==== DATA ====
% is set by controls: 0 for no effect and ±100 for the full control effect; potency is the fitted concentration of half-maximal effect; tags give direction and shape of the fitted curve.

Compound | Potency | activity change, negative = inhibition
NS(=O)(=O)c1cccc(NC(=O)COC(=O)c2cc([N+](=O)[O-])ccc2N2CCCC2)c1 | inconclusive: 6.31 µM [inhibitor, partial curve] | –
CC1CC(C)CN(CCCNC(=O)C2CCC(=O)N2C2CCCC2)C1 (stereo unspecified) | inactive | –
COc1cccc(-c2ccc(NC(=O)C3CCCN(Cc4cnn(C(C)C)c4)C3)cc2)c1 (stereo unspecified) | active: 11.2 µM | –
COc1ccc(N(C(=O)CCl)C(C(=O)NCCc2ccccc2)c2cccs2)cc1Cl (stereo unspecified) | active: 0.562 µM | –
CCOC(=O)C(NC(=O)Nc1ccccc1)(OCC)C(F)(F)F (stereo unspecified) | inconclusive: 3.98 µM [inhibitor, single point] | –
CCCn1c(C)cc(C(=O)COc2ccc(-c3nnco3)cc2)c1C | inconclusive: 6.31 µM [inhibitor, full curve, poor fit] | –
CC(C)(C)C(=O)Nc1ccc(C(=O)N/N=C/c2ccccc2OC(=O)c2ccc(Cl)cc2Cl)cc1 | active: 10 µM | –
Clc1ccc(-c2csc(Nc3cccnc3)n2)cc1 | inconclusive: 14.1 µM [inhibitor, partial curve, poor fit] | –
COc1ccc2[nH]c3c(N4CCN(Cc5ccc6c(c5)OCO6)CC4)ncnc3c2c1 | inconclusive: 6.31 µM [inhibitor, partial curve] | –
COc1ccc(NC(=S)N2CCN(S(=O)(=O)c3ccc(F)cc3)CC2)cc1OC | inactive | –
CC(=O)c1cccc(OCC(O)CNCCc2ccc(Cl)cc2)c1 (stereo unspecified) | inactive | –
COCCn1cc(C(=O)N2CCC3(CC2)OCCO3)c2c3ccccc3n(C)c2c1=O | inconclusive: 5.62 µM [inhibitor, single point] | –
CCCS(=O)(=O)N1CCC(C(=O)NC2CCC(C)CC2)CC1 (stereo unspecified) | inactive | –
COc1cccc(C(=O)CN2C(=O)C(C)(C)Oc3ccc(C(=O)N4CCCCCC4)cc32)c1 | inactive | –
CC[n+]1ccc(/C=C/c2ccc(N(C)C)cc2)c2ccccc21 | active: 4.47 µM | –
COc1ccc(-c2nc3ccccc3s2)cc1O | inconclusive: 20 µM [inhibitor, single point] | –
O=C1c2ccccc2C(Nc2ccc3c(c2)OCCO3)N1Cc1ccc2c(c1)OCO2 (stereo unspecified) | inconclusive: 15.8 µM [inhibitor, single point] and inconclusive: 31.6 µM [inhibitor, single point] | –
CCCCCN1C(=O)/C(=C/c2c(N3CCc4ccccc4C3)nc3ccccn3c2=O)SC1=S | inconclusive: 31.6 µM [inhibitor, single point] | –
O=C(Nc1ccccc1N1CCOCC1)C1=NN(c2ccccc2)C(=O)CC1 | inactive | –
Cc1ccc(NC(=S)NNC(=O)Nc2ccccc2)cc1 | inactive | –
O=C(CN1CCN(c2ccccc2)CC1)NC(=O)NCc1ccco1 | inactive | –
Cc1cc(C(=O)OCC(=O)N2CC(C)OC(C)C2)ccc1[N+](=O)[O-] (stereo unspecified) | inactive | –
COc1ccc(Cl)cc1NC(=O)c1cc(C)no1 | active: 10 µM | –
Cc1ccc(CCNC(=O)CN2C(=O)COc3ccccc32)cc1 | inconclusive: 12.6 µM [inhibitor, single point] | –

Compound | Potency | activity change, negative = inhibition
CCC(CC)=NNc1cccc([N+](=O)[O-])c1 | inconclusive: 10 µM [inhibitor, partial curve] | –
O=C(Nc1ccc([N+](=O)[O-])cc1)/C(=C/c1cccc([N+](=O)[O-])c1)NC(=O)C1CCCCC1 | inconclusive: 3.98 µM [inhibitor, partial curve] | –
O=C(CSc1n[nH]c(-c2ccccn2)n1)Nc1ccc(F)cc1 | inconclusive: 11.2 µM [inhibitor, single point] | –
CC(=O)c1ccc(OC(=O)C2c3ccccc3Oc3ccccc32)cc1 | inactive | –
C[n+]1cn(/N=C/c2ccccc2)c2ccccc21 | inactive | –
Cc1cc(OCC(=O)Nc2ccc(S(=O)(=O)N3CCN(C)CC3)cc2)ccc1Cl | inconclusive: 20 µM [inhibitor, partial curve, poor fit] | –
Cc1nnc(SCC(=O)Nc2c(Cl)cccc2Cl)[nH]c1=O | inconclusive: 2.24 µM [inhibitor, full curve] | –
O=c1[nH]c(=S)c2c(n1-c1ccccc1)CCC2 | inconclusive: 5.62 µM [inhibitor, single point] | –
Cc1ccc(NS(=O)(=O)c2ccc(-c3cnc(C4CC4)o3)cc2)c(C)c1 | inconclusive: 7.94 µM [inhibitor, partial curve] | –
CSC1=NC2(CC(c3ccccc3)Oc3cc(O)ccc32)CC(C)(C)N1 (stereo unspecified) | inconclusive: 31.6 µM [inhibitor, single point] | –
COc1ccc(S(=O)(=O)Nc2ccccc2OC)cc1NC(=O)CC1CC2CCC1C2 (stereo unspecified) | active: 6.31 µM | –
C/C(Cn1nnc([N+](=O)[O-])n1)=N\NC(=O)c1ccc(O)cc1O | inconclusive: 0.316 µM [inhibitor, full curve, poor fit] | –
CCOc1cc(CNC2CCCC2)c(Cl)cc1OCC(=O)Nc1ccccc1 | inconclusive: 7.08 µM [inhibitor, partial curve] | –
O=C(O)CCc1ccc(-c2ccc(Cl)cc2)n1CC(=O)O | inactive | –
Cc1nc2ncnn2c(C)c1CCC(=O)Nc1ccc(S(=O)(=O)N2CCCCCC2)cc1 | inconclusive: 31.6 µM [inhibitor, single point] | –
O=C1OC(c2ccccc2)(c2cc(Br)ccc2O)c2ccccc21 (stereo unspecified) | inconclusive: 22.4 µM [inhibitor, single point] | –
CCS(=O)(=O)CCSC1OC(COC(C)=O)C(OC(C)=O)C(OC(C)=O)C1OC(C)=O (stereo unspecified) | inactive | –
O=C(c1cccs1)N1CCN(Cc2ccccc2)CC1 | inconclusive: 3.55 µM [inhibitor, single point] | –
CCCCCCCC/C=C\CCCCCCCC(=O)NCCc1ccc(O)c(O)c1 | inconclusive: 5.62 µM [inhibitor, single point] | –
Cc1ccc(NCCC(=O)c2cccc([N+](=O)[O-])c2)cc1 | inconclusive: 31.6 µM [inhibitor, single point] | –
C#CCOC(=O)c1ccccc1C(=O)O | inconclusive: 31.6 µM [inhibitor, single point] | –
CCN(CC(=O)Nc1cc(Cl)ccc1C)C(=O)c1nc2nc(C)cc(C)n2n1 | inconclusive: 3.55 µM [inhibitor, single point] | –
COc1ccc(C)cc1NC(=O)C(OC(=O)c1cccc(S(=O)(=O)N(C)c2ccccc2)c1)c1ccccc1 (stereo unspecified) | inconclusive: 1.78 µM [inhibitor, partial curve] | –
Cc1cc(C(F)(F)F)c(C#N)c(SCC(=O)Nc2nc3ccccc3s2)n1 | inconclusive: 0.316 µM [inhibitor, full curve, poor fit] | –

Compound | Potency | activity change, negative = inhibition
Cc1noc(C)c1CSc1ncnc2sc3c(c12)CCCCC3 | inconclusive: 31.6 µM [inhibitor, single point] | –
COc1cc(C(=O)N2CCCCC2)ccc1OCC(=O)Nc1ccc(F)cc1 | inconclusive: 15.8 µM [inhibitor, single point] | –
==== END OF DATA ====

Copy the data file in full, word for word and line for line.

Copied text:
% is set by controls: 0 for no effect and ±100 for the full control effect; potency is the fitted concentration of half-maximal effect; tags give direction and shape of the fitted curve.

Compound | Potency | activity change, negative = inhibition
NS(=O)(=O)c1cccc(NC(=O)COC(=O)c2cc([N+](=O)[O-])ccc2N2CCCC2)c1 | inconclusive: 6.31 µM [inhibitor, partial curve] | –
CC1CC(C)CN(CCCNC(=O)C2CCC(=O)N2C2CCCC2)C1 (stereo unspecified) | inactive | –
COc1cccc(-c2ccc(NC(=O)C3CCCN(Cc4cnn(C(C)C)c4)C3)cc2)c1 (stereo unspecified) | active: 11.2 µM | –
COc1ccc(N(C(=O)CCl)C(C(=O)NCCc2ccccc2)c2cccs2)cc1Cl (stereo unspecified) | active: 0.562 µM | –
CCOC(=O)C(NC(=O)Nc1ccccc1)(OCC)C(F)(F)F (stereo unspecified) | inconclusive: 3.98 µM [inhibitor, single point] | –
CCCn1c(C)cc(C(=O)COc2ccc(-c3nnco3)cc2)c1C | inconclusive: 6.31 µM [inhibitor, full curve, poor fit] | –
CC(C)(C)C(=O)Nc1ccc(C(=O)N/N=C/c2ccccc2OC(=O)c2ccc(Cl)cc2Cl)cc1 | active: 10 µM | –
Clc1ccc(-c2csc(Nc3cccnc3)n2)cc1 | inconclusive: 14.1 µM [inhibitor, partial curve, poor fit] | –
COc1ccc2[nH]c3c(N4CCN(Cc5ccc6c(c5)OCO6)CC4)ncnc3c2c1 | inconclusive: 6.31 µM [inhibitor, partial curve] | –
COc1ccc(NC(=S)N2CCN(S(=O)(=O)c3ccc(F)cc3)CC2)cc1OC | inactive | –
CC(=O)c1cccc(OCC(O)CNCCc2ccc(Cl)cc2)c1 (stereo unspecified) | inactive | –
COCCn1cc(C(=O)N2CCC3(CC2)OCCO3)c2c3ccccc3n(C)c2c1=O | inconclusive: 5.62 µM [inhibitor, single point] | –
CCCS(=O)(=O)N1CCC(C(=O)NC2CCC(C)CC2)CC1 (stereo unspecified) | inactive | –
COc1cccc(C(=O)CN2C(=O)C(C)(C)Oc3ccc(C(=O)N4CCCCCC4)cc32)c1 | inactive | –
CC[n+]1ccc(/C=C/c2ccc(N(C)C)cc2)c2ccccc21 | active: 4.47 µM | –
COc1ccc(-c2nc3ccccc3s2)cc1O | inconclusive: 20 µM [inhibitor, single point] | –
O=C1c2ccccc2C(Nc2ccc3c(c2)OCCO3)N1Cc1ccc2c(c1)OCO2 (stereo unspecified) | inconclusive: 15.8 µM [inhibitor, single point] and inconclusive: 31.6 µM [inhibitor, single point] | –
CCCCCN1C(=O)/C(=C/c2c(N3CCc4ccccc4C3)nc3ccccn3c2=O)SC1=S | inconclusive: 31.6 µM [inhibitor, single point] | –
O=C(Nc1ccccc1N1CCOCC1)C1=NN(c2ccccc2)C(=O)CC1 | inactive | –
Cc1ccc(NC(=S)NNC(=O)Nc2ccccc2)cc1 | inactive | –
O=C(CN1CCN(c2ccccc2)CC1)NC(=O)NCc1ccco1 | inactive | –
Cc1cc(C(=O)OCC(=O)N2CC(C)OC(C)C2)ccc1[N+](=O)[O-] (stereo unspecified) | inactive | –
COc1ccc(Cl)cc1NC(=O)c1cc(C)no1 | active: 10 µM | –
Cc1ccc(CCNC(=O)CN2C(=O)COc3ccccc32)cc1 | inconclusive: 12.6 µM [inhibitor, single point] | –

Compound | Potency | activity change, negative = inhibition
CCC(CC)=NNc1cccc([N+](=O)[O-])c1 | inconclusive: 10 µM [inhibitor, partial curve] | –
O=C(Nc1ccc([N+](=O)[O-])cc1)/C(=C/c1cccc([N+](=O)[O-])c1)NC(=O)C1CCCCC1 | inconclusive: 3.98 µM [inhibitor, partial curve] | –
O=C(CSc1n[nH]c(-c2ccccn2)n1)Nc1ccc(F)cc1 | inconclusive: 11.2 µM [inhibitor, single point] | –
CC(=O)c1ccc(OC(=O)C2c3ccccc3Oc3ccccc32)cc1 | inactive | –
C[n+]1cn(/N=C/c2ccccc2)c2ccccc21 | inactive | –
Cc1cc(OCC(=O)Nc2ccc(S(=O)(=O)N3CCN(C)CC3)cc2)ccc1Cl | inconclusive: 20 µM [inhibitor, partial curve, poor fit] | –
Cc1nnc(SCC(=O)Nc2c(Cl)cccc2Cl)[nH]c1=O | inconclusive: 2.24 µM [inhibitor, full curve] | –
O=c1[nH]c(=S)c2c(n1-c1ccccc1)CCC2 | inconclusive: 5.62 µM [inhibitor, single point] | –
Cc1ccc(NS(=O)(=O)c2ccc(-c3cnc(C4CC4)o3)cc2)c(C)c1 | inconclusive: 7.94 µM [inhibitor, partial curve] | –
CSC1=NC2(CC(c3ccccc3)Oc3cc(O)ccc32)CC(C)(C)N1 (stereo unspecified) | inconclusive: 31.6 µM [inhibitor, single point] | –
COc1ccc(S(=O)(=O)Nc2ccccc2OC)cc1NC(=O)CC1CC2CCC1C2 (stereo unspecified) | active: 6.31 µM | –
C/C(Cn1nnc([N+](=O)[O-])n1)=N\NC(=O)c1ccc(O)cc1O | inconclusive: 0.316 µM [inhibitor, full curve, poor fit] | –
CCOc1cc(CNC2CCCC2)c(Cl)cc1OCC(=O)Nc1ccccc1 | inconclusive: 7.08 µM [inhibitor, partial curve] | –
O=C(O)CCc1ccc(-c2ccc(Cl)cc2)n1CC(=O)O | inactive | –
Cc1nc2ncnn2c(C)c1CCC(=O)Nc1ccc(S(=O)(=O)N2CCCCCC2)cc1 | inconclusive: 31.6 µM [inhibitor, single point] | –
O=C1OC(c2ccccc2)(c2cc(Br)ccc2O)c2ccccc21 (stereo unspecified) | inconclusive: 22.4 µM [inhibitor, single point] | –
CCS(=O)(=O)CCSC1OC(COC(C)=O)C(OC(C)=O)C(OC(C)=O)C1OC(C)=O (stereo unspecified) | inactive | –
O=C(c1cccs1)N1CCN(Cc2ccccc2)CC1 | inconclusive: 3.55 µM [inhibitor, single point] | –
CCCCCCCC/C=C\CCCCCCCC(=O)NCCc1ccc(O)c(O)c1 | inconclusive: 5.62 µM [inhibitor, single point] | –
Cc1ccc(NCCC(=O)c2cccc([N+](=O)[O-])c2)cc1 | inconclusive: 31.6 µM [inhibitor, single point] | –
C#CCOC(=O)c1ccccc1C(=O)O | inconclusive: 31.6 µM [inhibitor, single point] | –
CCN(CC(=O)Nc1cc(Cl)ccc1C)C(=O)c1nc2nc(C)cc(C)n2n1 | inconclusive: 3.55 µM [inhibitor, single point] | –
COc1ccc(C)cc1NC(=O)C(OC(=O)c1cccc(S(=O)(=O)N(C)c2ccccc2)c1)c1ccccc1 (stereo unspecified) | inconclusive: 1.78 µM [inhibitor, partial curve] | –
Cc1cc(C(F)(F)F)c(C#N)c(SCC(=O)Nc2nc3ccccc3s2)n1 | inconclusive: 0.316 µM [inhibitor, full curve, poor fit] | –

Compound | Potency | activity change, negative = inhibition
Cc1noc(C)c1CSc1ncnc2sc3c(c12)CCCCC3 | inconclusive: 31.6 µM [inhibitor, single point] | –
COc1cc(C(=O)N2CCCCC2)ccc1OCC(=O)Nc1ccc(F)cc1 | inconclusive: 15.8 µM [inhibitor, single point] | –